Meghan Markle and the Daily Mail have beef? The situation explained
Meghan Markle and Prince Harry have been in a court battle with a British tabloid, The Daily Mail, over publishing Meghan’s private papers. Royals don’t normally take on the tabloids, but Prince Harry and Meghan are meeting this challenge head on.
Purely on privacy
Yet, in a setback to Prince Harry and his wife, Meghan Markle’s bitter legal battle against the British tabloids, a high court judge struck down key claims on September 29 in a lawsuit that Meghan brought against The Mail on Sunday for publishing a letter she sent to her father.
The judge, Mark Warby, ruled that the newspaper wouldn’t be judged on whether the Daily Mail had acted dishonestly; had stirred up conflict between Meghan, who is also known as the Duchess of Sussex, and her father, Thomas Markle; or had published offensive and intrusive articles about the duchess.
Instead, Justice Warby said, the court would decide only whether the Mail’s publication of the letter had violated Meghan’s privacy. The duchess’s law firm, Schillings, said she would go forward with the case but expressed disappointment that the judge did not consider the newspaper’s motives relevant.
In February 2019 Meghan Markle filed the lawsuit over the Daily Mail’s publication of her private letter, “The duchess’ rights were violated,” the Sussexes’ attorney said. “The legal boundaries around privacy were crossed. As part of this process, the extremes to which The Mail on Sunday used distortive, manipulative and dishonest tactics to target the Duchess of Sussex have been put on full display.”
At the heart of the case against the Daily Mail is an anguished, five-page letter that Meghan wrote to her father Thomas Markle, a former Hollywood lighting designer, in August 2018, four months after he was a no-show at her wedding to Prince Harry. In it, she accused her father of breaking her heart into a “million pieces” by speaking to the tabloids about their estrangement while refusing to take her phone calls.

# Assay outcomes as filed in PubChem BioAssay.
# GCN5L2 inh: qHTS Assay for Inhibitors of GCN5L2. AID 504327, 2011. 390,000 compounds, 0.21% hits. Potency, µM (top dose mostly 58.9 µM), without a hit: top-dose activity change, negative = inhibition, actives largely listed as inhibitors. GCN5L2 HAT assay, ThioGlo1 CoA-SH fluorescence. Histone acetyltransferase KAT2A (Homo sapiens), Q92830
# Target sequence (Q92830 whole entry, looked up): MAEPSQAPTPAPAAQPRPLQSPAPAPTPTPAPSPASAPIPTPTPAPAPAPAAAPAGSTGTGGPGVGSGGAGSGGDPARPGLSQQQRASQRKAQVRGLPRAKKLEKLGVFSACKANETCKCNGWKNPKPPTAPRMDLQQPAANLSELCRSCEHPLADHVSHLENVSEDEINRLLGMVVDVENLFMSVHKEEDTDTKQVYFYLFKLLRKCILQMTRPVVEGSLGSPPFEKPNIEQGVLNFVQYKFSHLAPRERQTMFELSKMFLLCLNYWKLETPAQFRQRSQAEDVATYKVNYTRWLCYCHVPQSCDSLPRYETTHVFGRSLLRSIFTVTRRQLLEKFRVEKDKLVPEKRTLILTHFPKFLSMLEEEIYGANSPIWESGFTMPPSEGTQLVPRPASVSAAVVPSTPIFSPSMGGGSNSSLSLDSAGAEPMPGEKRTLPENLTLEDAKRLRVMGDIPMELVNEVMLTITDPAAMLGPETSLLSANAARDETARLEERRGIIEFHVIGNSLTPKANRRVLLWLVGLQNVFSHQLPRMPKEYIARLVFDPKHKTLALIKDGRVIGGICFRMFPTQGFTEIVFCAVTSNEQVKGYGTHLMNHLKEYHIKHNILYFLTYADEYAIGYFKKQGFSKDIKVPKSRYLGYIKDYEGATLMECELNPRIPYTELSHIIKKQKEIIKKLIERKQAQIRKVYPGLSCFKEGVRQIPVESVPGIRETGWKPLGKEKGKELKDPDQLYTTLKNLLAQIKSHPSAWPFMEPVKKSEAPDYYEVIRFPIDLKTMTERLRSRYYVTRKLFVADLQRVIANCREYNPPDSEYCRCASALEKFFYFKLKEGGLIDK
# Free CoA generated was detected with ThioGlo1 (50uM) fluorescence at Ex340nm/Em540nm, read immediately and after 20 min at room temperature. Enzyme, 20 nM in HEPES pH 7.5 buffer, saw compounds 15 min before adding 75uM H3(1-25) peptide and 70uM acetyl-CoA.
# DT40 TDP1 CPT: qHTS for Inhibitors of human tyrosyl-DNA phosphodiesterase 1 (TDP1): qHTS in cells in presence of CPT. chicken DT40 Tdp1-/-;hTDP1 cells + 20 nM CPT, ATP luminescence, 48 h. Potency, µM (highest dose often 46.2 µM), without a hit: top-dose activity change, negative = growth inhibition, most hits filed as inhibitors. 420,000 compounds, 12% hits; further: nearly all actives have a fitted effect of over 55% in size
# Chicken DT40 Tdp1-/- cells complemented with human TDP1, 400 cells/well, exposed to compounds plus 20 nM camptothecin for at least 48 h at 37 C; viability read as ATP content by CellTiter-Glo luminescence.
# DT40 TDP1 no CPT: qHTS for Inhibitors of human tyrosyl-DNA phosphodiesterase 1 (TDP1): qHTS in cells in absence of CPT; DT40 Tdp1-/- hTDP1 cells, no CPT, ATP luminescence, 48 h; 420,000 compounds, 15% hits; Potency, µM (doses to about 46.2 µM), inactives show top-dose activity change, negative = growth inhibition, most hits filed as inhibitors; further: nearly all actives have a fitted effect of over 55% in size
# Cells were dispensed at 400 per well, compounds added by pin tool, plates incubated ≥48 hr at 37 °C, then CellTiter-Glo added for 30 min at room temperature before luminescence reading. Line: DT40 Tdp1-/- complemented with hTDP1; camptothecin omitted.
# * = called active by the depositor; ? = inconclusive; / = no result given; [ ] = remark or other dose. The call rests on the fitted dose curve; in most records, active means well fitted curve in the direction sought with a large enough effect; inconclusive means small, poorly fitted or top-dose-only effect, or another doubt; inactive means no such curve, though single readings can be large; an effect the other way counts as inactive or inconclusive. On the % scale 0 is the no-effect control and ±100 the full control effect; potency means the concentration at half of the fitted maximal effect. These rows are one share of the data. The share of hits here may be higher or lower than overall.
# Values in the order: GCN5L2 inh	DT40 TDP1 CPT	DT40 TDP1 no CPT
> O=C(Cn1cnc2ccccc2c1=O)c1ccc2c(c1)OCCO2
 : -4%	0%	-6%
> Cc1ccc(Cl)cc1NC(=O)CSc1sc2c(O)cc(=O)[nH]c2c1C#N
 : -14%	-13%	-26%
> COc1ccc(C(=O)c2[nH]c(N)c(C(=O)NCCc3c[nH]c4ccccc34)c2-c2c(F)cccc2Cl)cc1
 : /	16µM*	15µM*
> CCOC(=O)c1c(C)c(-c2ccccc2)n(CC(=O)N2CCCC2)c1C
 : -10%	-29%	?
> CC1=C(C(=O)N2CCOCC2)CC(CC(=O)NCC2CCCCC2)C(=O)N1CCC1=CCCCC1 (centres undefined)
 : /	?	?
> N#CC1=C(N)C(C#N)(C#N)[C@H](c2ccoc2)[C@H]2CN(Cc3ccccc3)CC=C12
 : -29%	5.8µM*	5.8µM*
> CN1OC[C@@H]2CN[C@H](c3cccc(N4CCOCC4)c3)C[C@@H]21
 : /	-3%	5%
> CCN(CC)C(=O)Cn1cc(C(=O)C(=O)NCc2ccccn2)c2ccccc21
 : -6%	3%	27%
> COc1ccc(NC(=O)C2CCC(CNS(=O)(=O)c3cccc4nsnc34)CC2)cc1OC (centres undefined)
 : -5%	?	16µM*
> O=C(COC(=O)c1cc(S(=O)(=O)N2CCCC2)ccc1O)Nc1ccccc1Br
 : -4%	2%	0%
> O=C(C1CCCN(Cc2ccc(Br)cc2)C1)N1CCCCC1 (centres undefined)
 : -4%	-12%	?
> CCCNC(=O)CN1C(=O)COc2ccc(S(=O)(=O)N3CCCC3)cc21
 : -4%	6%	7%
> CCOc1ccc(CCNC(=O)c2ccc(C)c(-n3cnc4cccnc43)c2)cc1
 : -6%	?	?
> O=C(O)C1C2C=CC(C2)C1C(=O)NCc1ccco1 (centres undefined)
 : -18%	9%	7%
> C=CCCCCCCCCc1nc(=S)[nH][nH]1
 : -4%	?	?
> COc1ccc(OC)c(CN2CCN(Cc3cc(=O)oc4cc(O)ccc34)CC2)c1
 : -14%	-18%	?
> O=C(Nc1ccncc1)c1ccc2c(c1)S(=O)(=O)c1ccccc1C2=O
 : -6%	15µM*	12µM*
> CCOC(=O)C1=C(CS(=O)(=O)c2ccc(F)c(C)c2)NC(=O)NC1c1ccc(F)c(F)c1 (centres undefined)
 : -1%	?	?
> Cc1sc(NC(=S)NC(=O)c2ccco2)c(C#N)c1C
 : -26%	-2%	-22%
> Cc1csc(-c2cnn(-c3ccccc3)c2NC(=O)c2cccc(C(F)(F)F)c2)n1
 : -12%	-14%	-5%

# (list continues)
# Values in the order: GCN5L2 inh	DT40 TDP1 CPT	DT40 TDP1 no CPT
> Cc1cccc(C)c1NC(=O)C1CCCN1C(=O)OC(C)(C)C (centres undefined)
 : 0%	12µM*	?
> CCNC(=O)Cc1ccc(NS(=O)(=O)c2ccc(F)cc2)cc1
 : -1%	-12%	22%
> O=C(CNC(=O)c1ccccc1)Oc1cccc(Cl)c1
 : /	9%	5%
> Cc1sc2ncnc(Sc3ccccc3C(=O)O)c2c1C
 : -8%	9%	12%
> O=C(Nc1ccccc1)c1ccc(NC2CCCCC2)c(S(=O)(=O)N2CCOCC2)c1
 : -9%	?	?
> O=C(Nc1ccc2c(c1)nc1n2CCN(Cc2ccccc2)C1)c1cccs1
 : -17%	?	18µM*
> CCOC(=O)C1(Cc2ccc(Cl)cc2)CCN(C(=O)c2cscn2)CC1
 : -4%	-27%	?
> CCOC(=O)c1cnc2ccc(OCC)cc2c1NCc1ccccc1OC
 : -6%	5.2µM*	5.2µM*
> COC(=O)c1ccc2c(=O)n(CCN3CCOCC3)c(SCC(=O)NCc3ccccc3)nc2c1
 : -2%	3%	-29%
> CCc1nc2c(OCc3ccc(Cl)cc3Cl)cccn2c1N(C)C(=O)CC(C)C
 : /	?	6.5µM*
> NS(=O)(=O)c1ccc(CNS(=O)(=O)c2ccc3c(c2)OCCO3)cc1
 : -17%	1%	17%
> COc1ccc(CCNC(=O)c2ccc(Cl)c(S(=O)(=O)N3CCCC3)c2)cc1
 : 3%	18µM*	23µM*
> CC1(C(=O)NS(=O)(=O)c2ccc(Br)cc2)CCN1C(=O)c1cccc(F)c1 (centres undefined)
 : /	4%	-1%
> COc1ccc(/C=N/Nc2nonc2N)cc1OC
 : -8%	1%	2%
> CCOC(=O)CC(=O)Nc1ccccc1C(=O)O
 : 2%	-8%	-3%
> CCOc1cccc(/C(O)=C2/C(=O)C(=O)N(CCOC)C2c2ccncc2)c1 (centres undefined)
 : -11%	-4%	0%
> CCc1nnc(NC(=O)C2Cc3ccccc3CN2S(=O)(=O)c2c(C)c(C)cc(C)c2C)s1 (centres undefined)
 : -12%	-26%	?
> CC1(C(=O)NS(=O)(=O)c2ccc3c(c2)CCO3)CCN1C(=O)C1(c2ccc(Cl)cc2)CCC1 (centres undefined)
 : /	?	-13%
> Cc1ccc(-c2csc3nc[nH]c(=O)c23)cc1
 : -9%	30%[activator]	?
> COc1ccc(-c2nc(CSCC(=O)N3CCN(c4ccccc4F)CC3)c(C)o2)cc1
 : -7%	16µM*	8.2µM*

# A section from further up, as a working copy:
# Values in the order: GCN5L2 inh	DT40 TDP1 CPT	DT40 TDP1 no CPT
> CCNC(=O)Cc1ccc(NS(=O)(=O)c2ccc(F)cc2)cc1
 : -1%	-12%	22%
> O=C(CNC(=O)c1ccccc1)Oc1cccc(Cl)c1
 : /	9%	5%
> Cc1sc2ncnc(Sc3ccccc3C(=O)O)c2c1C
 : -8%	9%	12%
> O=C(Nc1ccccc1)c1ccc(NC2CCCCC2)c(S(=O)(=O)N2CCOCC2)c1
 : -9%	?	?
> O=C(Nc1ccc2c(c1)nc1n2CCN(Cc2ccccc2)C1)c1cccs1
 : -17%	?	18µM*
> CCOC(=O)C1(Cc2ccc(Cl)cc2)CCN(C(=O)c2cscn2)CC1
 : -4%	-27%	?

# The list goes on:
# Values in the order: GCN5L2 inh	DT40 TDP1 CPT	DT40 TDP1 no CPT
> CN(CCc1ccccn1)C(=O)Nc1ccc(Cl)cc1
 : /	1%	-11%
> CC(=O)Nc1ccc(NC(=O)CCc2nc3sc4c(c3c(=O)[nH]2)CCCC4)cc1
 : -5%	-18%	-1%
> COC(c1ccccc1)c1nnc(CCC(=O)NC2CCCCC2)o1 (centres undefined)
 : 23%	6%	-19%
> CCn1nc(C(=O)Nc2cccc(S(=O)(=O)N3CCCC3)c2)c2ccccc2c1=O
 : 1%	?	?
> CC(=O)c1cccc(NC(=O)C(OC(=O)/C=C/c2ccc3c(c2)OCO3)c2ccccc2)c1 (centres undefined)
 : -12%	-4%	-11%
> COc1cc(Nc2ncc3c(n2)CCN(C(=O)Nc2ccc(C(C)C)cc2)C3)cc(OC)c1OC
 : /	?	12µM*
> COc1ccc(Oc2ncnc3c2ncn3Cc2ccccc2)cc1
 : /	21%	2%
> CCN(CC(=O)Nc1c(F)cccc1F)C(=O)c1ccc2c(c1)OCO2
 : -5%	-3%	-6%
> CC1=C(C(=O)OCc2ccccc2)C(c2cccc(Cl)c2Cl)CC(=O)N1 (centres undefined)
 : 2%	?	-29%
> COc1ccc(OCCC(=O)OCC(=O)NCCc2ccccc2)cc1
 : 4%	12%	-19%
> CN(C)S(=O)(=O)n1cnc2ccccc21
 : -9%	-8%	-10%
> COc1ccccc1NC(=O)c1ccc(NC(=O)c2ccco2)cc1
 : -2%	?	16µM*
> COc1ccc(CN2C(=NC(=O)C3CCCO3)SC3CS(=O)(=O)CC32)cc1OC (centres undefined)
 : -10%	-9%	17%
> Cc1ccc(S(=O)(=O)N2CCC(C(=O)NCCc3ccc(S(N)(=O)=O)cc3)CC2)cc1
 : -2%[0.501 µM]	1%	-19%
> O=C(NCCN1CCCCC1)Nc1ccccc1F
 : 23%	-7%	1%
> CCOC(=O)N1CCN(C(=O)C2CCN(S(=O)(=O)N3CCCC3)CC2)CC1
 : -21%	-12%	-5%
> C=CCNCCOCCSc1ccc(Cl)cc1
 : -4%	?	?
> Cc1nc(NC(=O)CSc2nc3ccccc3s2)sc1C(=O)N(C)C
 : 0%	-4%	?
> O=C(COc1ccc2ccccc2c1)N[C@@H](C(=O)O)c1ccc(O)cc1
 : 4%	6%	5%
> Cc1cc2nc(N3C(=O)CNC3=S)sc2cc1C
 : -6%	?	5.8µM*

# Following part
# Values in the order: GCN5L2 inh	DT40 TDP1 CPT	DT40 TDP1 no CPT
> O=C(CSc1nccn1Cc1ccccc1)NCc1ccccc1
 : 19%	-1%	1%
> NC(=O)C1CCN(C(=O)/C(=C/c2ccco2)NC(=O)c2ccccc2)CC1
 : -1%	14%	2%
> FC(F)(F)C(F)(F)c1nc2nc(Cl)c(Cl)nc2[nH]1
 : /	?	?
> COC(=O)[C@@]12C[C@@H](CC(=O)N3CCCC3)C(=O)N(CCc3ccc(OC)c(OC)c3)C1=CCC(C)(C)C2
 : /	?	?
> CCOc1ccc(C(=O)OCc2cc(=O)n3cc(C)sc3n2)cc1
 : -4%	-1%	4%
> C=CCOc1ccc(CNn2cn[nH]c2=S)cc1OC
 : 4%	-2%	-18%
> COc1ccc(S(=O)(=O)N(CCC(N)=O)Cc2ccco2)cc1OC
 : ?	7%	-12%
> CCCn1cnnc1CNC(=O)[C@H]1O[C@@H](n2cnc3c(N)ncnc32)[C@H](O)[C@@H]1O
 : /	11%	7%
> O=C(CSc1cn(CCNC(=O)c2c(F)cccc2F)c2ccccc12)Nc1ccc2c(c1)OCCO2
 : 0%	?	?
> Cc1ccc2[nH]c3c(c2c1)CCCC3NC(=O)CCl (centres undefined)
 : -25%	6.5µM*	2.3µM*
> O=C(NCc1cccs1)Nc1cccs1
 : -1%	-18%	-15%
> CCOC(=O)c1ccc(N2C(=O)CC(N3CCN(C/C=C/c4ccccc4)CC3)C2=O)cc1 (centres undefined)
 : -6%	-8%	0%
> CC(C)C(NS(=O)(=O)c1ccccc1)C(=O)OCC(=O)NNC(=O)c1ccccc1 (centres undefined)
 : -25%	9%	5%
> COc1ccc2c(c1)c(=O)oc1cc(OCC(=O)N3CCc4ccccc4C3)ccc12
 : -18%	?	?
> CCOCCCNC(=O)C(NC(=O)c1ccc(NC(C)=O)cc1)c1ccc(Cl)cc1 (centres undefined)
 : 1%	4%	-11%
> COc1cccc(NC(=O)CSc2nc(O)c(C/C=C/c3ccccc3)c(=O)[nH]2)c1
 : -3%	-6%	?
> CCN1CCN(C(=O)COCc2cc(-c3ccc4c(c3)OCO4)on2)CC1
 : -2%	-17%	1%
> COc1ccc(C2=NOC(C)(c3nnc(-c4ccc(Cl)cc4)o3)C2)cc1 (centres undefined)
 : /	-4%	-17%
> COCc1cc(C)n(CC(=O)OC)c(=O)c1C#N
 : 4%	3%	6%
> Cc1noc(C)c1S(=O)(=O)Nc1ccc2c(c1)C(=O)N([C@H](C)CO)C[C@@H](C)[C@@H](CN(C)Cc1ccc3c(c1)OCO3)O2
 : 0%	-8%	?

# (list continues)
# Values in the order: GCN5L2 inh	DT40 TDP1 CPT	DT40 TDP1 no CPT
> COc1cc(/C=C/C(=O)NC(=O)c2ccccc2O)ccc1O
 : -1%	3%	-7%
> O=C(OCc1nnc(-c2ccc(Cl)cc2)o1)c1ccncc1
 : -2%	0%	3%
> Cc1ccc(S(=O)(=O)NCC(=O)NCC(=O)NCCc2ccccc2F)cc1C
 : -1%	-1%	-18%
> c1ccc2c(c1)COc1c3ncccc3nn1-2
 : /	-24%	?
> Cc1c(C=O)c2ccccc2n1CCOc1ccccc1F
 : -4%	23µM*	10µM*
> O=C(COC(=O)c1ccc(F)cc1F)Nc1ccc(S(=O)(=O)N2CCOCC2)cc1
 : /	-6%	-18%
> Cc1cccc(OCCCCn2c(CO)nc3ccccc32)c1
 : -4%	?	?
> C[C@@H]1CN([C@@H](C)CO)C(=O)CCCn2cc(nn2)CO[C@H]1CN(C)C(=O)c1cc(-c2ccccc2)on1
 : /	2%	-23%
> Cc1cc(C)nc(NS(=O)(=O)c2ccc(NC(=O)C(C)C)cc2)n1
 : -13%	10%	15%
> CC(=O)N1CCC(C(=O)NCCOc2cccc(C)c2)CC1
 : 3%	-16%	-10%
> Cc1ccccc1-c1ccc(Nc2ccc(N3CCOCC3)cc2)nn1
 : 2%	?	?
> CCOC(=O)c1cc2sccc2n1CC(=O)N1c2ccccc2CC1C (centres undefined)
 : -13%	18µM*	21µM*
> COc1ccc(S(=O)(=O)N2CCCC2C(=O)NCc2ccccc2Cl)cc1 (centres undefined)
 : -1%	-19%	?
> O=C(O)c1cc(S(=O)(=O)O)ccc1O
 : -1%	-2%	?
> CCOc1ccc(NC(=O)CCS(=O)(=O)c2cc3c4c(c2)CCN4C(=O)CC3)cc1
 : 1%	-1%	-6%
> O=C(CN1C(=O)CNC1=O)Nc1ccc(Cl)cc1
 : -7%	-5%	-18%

In a statement posted on the duke and duchess’s website, Prince Harry said that Meghan had become a victim of “a ruthless campaign” by British tabloids, including the Daily Mail, and that he had been “a silent witness to her private suffering for too long.”
Shades of Princess Di
“There is a human cost to this relentless propaganda, specifically when it is knowingly false and malicious,” Prince Harry wrote, “and though we have continued to put on a brave face — as so many of you can relate to — I cannot begin to describe how painful it has been.”
Prince Harry invoked the history of his mother, Princess Diana, who was followed by paparazzi for years and who died in a 1997 car crash in Paris as her driver tried to get away from photographers. “My deepest fear is history repeating itself,” Prince Harry stated. “I’ve seen what happens when someone I love is commoditized to the point that they are no longer treated or seen as a real person.”
Prince Harry and Meghan have long had a difficult relationship with the Daily Mail and other British press, some of it ingrained with what their supporters see as outdated, racist attitudes about their relationship.
For example, in The Mail on Sunday, Rachel Johnson, Prime Minister Boris Johnson’s sister, wrote that Meghan would contribute “some rich and exotic DNA” to the Windsor family. In 2016, The Daily Mail headlined an article: “Harry’s Girl Is (Almost) Straight Outta Compton.”
Meghan Markle — a divorced, biracial American television actress — was by British standards an untraditional member of the royal family. The British tabloids, along with the Daily Mail, pounced on some parts of her personal life, particularly in the countdown to the couple’s wedding, when they ran a series of negative interviews with relatives she did not invite.
Not having any of it
However, Prince Harry and Meghan Markle pushed back, drawing the anger of tabloids like the Daily Mail. They decided to prevent the press from a traditional photo opportunity with their newborn child, and they allowed only one reporter into St. George’s Chapel for their wedding. Both moves were blows to publications giving frenzied, wall-to-wall coverage of the royal events.
The misgivings about photographers apparently originate with Prince Harry, who was twelve when his mother was killed. And the couple’s supporters across the Atlantic have not been shy about saying outright what the couple has not. Five of Meghan’s friends defended her against “global bullying” in an interview with People magazine, a move that reportedly sat poorly with some of her traditionalist royal handlers.